Patience is key and dog breeding is HARD. Before starting, ask yourself what your end goal is. Do you want to be a breeder who produces WSS or do you want to be a WSS owner who hopefully ends up with nice enough dogs to be a breeder? Do you want to produce family companions, show dogs, sport or working prospects, service dogs, or some combination of a few of these things? If you are a USA breeder, registration can be tricky. What registration body will you stick with? Will you dual register your dogs? What criteria will you have for dogs that you include in your program? There is no wrong answer to these questions, but it will save a lot of time and heartache if you know where you stand before you start. It may be the difference between the extra upfront financial investment of importing a health tested, proven producer with titles, or going for a less expensive young puppy from nice parents and solid lines. Starting a program is a huge time and money commitment and there are zero guarantees. Be realistic. Finding a mentor, club, and/or support system within the breed will be extremely helpful. It is important to have a stable and secure environment for your dogs, and the capital to properly care for them and complete the steps necessary to determine if your dog is even a good candidate for breeding. If your dog isn’t, will you keep him/her or will you rehome and start all over again? It is important to be fully prepared for the good and the bad, and to be responsible for and prioritize your dogs and the future of the breed, above your own ambitions. When you become a WSS breeder you are also making a commitment to your future puppy families to be a solid foundation and source of information and support whenever necessary. There will be good times and there will be tragedy. Are you strong enough to navigate the rollercoaster of emotions and responsibilities that come your way? There are so many factors to be seriously considered before starting a breeding program. That being said, good breeders that are willing and able to do right by their dogs and the breed are invaluable to all of us who love WSS.

Who in the White Swiss Shepherd community do you look up to and why?

I look up to all the WSS breeders across the world and what they have cumulatively accomplished for the breed. While most attribute the success and recognition of the WSS to European kennels and breeders, particularly the Swiss, I really admire and must give credit to the dedicated American White Shepherd breeders of years past, who pushed through resistance and preserved the genetics that are responsible for today’s WSS. In Europe the white gene was all but eradicated from GSD lines. American White GSDs were exported to Europe and became the foundation of today’s WSS. No outcrossing was done, just selective breeding. European breeders set the standard and had the vision, but the original preservationists in the USA provided the foundation dogs. Some of these American breeders are still around. Unfortunately, due politics and the rejection of the WSS by the AKC and GSDCA, they are rarely recognized and sometimes they are even ostracized by other WSS breeders and enthusiasts. The development of the WSS was a collaborative effort and it is still in progress. I look up to all those from the past, present, and future who are responsible for the beautiful White Swiss Shepherd breed that we all know and love today.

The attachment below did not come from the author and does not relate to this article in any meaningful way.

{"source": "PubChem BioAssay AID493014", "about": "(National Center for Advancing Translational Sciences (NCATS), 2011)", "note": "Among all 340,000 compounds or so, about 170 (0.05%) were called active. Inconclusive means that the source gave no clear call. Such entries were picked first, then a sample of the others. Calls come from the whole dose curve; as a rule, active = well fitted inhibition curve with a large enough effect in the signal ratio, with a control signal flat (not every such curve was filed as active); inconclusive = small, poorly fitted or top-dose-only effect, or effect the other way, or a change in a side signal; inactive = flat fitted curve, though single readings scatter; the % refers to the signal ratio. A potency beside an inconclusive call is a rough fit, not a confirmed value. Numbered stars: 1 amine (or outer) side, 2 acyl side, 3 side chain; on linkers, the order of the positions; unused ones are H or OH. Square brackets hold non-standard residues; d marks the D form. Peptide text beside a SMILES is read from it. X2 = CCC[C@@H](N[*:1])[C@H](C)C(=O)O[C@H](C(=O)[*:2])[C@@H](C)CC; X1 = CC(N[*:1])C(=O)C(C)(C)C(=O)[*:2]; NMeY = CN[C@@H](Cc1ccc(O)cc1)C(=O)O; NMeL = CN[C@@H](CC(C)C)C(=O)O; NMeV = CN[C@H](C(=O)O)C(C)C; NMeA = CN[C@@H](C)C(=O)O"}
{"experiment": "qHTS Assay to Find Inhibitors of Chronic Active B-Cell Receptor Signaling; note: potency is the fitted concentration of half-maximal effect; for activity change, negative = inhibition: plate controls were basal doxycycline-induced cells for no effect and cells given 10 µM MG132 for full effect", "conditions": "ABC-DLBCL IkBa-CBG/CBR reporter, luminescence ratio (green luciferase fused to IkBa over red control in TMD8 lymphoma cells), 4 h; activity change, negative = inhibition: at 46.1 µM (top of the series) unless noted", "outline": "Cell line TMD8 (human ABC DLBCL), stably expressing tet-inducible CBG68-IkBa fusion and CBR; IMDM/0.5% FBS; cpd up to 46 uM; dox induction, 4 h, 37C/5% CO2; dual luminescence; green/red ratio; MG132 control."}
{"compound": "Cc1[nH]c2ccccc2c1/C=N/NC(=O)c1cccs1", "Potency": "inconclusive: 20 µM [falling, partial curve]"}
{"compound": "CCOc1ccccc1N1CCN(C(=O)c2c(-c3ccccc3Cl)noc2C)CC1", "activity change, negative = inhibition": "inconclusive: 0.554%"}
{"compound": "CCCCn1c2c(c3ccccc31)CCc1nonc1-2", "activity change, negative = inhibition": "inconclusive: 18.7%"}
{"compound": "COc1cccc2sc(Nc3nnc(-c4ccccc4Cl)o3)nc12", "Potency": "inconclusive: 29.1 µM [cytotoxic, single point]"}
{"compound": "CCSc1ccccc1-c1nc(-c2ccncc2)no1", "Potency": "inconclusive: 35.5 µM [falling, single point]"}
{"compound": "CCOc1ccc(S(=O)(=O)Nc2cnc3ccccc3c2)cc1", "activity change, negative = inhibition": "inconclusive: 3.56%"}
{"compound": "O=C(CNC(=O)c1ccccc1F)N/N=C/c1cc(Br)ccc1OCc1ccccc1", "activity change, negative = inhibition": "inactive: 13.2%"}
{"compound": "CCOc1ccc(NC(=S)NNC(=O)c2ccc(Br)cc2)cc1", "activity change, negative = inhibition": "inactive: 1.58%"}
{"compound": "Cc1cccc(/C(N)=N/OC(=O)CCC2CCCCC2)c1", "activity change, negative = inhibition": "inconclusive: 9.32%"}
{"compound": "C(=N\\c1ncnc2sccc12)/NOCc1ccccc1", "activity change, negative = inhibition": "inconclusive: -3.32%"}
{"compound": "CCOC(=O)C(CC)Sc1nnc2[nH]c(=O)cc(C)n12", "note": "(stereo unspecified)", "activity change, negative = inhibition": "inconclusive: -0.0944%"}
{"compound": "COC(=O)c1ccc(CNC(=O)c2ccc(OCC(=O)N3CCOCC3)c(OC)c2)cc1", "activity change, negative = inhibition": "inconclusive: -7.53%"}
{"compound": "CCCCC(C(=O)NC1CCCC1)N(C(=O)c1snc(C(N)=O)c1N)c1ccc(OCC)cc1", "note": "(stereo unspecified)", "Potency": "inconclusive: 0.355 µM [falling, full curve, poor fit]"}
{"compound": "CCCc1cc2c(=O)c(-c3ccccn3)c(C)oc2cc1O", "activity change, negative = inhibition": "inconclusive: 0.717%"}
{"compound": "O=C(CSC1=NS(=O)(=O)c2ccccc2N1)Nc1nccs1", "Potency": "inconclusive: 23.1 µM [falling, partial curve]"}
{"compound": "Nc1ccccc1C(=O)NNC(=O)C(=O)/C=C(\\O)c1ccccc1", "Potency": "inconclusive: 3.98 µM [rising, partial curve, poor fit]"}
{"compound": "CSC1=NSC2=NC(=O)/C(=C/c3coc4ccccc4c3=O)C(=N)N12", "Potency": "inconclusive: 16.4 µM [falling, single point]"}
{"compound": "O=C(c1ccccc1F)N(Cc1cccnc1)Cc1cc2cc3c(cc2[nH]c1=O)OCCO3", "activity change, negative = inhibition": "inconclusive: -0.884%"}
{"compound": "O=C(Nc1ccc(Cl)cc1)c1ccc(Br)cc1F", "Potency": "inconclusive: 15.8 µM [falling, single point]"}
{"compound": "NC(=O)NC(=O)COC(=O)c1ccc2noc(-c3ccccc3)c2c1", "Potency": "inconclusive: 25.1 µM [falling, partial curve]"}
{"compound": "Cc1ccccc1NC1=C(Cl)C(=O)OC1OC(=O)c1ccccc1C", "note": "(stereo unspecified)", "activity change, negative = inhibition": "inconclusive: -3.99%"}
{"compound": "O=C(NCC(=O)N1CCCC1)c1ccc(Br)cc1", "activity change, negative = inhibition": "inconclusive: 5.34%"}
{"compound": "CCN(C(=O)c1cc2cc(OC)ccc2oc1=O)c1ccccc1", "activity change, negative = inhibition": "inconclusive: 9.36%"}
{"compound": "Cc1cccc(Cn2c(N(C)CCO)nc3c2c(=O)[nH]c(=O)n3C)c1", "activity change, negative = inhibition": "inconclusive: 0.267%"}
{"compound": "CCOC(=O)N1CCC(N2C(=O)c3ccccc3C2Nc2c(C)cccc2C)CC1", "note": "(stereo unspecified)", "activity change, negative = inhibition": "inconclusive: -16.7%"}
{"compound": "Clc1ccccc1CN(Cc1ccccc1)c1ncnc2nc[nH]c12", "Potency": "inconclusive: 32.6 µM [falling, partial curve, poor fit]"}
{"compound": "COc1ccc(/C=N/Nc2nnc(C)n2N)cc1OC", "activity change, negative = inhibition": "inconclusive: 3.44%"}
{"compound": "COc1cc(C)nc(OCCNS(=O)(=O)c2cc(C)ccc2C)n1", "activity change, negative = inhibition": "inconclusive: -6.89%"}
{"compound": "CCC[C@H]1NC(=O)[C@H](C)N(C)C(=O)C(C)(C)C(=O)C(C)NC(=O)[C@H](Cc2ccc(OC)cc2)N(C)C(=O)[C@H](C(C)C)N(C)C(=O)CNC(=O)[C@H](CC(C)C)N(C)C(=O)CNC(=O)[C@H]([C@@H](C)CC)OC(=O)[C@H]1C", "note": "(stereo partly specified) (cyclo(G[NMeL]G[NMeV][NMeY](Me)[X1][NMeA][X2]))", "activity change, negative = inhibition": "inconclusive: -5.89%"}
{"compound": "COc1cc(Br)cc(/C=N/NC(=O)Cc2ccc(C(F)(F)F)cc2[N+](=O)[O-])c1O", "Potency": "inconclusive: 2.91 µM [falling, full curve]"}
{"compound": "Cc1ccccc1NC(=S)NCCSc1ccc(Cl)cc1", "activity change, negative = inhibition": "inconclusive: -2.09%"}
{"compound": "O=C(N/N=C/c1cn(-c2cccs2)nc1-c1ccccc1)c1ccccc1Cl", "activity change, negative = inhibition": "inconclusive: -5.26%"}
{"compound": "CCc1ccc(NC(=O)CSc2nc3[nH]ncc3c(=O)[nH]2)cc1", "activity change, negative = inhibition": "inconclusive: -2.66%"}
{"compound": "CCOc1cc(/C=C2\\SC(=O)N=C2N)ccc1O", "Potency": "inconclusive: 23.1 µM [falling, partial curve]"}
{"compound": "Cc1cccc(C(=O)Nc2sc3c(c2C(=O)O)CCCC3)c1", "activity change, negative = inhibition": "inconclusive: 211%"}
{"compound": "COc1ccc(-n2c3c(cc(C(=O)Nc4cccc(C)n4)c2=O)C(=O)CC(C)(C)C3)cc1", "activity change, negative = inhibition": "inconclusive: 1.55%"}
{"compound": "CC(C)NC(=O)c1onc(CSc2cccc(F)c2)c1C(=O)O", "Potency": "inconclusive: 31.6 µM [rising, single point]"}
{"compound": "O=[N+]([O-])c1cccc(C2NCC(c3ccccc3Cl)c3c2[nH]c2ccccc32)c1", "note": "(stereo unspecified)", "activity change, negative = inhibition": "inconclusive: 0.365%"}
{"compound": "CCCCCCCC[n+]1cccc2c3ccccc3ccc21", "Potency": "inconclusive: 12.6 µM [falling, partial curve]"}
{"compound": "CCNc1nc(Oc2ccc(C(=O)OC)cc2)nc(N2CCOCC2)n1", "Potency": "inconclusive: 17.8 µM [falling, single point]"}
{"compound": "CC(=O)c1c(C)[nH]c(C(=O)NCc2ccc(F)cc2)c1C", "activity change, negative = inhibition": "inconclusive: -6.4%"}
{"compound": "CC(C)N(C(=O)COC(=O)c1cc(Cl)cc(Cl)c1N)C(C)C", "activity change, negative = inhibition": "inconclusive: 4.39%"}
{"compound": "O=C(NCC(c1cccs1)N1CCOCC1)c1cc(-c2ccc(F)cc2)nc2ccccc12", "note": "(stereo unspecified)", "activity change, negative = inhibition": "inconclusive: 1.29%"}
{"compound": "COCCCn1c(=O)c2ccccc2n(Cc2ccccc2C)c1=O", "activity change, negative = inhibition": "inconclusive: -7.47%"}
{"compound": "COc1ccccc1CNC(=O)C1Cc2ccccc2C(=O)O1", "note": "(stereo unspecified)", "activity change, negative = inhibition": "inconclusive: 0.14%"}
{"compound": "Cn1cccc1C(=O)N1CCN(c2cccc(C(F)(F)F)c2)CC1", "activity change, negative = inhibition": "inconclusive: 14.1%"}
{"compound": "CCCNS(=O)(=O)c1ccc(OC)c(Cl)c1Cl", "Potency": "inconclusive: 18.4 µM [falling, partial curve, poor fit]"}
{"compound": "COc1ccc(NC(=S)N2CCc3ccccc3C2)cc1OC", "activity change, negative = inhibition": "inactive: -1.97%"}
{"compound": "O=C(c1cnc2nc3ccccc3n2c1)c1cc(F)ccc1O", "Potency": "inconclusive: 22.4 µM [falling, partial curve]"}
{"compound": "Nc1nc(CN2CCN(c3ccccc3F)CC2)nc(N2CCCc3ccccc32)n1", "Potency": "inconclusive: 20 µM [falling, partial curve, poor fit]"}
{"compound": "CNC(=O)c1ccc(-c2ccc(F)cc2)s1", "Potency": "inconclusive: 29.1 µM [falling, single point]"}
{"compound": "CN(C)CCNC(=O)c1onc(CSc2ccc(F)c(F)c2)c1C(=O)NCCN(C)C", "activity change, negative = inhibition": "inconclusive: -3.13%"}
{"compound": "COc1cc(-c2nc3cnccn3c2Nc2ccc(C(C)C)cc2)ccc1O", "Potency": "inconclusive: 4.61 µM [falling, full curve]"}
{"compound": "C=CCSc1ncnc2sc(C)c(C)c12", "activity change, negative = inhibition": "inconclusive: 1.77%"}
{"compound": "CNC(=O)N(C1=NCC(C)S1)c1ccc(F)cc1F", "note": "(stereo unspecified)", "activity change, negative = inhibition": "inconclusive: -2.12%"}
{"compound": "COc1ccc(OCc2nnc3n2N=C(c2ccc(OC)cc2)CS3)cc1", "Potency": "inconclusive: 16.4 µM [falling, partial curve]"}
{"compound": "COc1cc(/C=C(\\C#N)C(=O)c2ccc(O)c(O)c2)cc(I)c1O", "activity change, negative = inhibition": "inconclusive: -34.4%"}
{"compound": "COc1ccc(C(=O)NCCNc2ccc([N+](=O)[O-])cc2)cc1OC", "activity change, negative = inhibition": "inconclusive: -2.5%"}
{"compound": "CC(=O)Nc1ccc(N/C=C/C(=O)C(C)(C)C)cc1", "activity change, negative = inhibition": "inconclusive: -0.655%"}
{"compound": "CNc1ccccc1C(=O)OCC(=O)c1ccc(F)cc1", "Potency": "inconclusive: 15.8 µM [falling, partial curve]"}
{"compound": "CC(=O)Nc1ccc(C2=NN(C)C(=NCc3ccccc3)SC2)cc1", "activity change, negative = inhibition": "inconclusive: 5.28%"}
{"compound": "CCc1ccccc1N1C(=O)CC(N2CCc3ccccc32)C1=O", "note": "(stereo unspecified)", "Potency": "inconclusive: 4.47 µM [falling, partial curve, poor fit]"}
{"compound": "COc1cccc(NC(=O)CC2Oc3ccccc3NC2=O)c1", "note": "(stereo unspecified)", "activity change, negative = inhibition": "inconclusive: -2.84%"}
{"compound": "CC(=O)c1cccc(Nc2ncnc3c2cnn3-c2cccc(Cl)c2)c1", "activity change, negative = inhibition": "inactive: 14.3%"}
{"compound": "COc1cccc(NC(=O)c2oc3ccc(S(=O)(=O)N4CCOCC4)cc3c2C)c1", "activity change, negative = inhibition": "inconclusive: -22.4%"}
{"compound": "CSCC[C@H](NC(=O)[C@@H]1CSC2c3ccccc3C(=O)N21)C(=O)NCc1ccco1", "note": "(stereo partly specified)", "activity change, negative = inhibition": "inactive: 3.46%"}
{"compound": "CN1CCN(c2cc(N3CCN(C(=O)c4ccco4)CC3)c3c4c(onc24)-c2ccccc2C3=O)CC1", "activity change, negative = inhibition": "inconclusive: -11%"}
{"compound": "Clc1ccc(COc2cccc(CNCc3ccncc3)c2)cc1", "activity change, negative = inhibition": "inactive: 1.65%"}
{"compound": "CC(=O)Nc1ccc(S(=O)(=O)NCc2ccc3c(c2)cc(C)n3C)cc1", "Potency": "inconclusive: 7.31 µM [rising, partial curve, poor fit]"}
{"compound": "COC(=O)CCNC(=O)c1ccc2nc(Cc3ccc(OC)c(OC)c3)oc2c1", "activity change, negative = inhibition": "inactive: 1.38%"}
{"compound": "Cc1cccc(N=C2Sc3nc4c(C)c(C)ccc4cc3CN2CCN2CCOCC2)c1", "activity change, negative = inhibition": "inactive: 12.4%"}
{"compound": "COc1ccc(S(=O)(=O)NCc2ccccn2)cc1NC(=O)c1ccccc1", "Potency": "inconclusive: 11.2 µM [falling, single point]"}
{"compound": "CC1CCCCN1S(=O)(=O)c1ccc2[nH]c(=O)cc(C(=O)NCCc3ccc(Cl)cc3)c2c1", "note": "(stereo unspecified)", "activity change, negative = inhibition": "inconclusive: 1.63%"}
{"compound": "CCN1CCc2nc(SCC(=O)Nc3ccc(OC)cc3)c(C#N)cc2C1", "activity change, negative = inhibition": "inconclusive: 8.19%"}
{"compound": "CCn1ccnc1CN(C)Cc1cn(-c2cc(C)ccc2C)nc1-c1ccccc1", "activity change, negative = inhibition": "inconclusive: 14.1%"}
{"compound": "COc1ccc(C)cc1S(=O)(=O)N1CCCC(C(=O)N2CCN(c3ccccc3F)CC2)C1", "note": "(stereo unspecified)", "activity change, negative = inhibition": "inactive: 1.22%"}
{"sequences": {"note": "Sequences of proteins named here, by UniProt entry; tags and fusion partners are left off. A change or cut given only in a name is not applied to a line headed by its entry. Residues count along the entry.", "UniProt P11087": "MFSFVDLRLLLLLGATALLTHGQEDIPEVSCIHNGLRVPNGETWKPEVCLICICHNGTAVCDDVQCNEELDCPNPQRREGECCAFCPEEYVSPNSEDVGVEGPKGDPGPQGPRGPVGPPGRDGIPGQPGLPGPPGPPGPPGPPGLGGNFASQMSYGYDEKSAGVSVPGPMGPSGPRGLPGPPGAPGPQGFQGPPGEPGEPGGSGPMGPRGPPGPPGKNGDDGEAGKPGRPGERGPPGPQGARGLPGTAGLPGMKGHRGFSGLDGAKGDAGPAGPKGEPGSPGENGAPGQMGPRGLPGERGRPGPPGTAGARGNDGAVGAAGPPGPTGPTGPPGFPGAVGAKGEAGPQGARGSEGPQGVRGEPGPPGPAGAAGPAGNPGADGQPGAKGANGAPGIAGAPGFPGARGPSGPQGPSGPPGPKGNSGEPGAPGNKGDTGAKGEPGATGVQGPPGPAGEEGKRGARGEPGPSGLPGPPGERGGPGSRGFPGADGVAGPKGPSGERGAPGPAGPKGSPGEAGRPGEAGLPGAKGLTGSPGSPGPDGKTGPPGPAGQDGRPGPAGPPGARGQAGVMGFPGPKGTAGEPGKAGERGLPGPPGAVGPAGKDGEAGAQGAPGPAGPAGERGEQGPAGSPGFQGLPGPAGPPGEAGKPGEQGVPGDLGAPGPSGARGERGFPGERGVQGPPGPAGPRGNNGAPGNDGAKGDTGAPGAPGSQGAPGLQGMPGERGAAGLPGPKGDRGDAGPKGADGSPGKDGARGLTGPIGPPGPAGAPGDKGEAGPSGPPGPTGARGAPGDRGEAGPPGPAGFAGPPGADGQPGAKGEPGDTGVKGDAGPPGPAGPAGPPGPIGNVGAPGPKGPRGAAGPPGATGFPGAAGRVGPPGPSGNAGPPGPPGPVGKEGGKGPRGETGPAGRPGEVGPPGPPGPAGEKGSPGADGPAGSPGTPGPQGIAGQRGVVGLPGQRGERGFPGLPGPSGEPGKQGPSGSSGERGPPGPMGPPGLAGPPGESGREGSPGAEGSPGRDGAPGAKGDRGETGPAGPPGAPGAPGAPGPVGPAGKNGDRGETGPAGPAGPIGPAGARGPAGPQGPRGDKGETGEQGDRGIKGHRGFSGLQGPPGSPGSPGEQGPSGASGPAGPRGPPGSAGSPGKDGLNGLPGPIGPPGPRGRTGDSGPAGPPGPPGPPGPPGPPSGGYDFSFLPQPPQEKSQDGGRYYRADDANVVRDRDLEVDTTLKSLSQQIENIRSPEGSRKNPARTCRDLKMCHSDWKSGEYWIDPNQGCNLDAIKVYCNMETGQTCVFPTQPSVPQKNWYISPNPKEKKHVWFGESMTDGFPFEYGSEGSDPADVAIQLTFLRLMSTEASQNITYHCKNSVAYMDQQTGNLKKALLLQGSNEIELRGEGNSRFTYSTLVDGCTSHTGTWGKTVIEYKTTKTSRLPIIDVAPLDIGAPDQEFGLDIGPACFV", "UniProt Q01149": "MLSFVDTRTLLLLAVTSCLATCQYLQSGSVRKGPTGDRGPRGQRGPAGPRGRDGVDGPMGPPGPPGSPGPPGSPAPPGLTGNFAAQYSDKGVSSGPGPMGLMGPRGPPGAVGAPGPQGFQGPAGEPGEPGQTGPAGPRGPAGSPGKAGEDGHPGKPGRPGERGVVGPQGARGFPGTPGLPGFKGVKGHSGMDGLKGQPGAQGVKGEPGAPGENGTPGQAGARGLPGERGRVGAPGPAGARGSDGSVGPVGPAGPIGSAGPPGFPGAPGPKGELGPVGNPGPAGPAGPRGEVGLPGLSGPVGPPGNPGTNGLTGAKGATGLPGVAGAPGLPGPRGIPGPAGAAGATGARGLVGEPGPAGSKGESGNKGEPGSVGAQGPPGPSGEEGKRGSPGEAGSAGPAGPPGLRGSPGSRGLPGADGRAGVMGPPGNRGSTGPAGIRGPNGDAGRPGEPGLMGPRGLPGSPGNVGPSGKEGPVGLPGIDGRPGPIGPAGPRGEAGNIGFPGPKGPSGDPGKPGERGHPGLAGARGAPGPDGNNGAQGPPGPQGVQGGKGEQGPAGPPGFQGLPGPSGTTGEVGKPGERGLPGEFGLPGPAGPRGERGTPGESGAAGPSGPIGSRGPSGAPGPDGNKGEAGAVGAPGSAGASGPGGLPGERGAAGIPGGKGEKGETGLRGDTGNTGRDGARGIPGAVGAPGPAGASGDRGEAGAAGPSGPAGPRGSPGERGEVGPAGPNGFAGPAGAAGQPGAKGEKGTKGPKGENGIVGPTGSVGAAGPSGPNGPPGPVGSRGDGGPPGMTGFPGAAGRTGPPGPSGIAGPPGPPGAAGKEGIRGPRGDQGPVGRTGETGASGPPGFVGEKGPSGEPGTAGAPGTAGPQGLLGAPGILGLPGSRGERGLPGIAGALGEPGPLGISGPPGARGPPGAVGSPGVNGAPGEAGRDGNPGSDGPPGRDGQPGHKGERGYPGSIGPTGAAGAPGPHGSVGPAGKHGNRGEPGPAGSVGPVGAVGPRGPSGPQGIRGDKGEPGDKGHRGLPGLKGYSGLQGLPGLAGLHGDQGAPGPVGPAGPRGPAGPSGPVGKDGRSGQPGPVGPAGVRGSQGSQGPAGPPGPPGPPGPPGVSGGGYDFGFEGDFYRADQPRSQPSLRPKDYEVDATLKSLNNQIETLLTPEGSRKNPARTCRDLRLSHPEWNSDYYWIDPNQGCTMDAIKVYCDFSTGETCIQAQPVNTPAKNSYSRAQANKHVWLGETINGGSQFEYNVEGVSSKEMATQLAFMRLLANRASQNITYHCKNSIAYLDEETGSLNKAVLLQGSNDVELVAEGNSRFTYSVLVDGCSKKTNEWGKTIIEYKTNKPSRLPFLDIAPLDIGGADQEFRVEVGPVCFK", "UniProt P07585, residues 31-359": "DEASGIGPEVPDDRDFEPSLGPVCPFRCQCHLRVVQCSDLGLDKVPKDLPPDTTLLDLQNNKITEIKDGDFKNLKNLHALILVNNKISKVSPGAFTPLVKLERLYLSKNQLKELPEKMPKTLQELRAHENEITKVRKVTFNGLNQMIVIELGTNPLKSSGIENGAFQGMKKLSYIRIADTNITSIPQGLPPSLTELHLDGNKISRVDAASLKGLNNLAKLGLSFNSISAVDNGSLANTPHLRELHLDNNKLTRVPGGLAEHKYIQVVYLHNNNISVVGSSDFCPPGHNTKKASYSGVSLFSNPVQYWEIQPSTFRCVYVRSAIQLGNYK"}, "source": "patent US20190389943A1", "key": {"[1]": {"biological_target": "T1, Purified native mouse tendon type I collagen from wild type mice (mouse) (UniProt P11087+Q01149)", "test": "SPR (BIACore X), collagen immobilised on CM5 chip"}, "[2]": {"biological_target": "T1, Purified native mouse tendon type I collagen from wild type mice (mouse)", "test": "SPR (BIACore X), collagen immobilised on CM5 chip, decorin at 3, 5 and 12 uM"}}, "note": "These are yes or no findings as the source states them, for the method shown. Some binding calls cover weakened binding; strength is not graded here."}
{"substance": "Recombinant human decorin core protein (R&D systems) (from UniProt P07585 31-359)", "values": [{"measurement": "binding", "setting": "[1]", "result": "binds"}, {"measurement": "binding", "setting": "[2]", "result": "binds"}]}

What are your main goals for your kennel for the remainder of 2021?

We have big plans for the rest of 2021! We plan to compete in our IGP club’s upcoming fall trial with the goal of taking home some titles. We will also be starting our next generation on foundation sports training which will hopefully give us insight on what we are producing. In addition to working with our current dogs, we are collaborating with other breeders and planning the future of our breeding program. It will be an exciting rest of the year for us, and we can’t wait to crush some of these goals before 2022!

What does your ideal prospective puppy buyer look like?

Our ideal prospective puppy buyer has done extensive research on WSSs and has had experience raising and training working breeds. They are polite, patient, and focused on making a connection with the right breeder and securing the right puppy. They do not just want a puppy NOW. The ideal puppy buyer is looking for a long-term companion and desires a mutually beneficial relationship with their future dog. They will have a stable home environment, be financially secure, and have enough time to dedicate to an additional family member, because that is what their puppy will be.

Describe the future you would like to see for the White Swiss Shepherd breed in 10 years.

I would ultimately like to see AKC breed recognition of the WSS. When that happens and the studbooks are open, I hope to see collaboration between breeders to get more good dogs in the registry. AKC recognition will be the final piece of the puzzle and hopefully resolve a lot of tension and confusion between breeders and clubs.

What sets your kennel apart from others in the breed?

It may not exactly set us apart, because I’m sure there are many other breeders that have the same priorities that we do, but we are pet owners first and foremost. We love our dogs and regardless of if they are breeders or not, they are family. We knew we wanted WSSs, and having quality specimens with good health results, balanced drives, and stable tempemernts has enabled us to share the breed with others in our community. That being said, it is important to demonstrate to and get verification from outside parties that pets are breeding quality and we seek out venues to compete with our dogs and/or get feedback whenever possible.

What hobbies do you enjoy outside of the dog world?

Most of our hobbies include our dogs… Hiking, ocean sports, and spending time with

friends and family!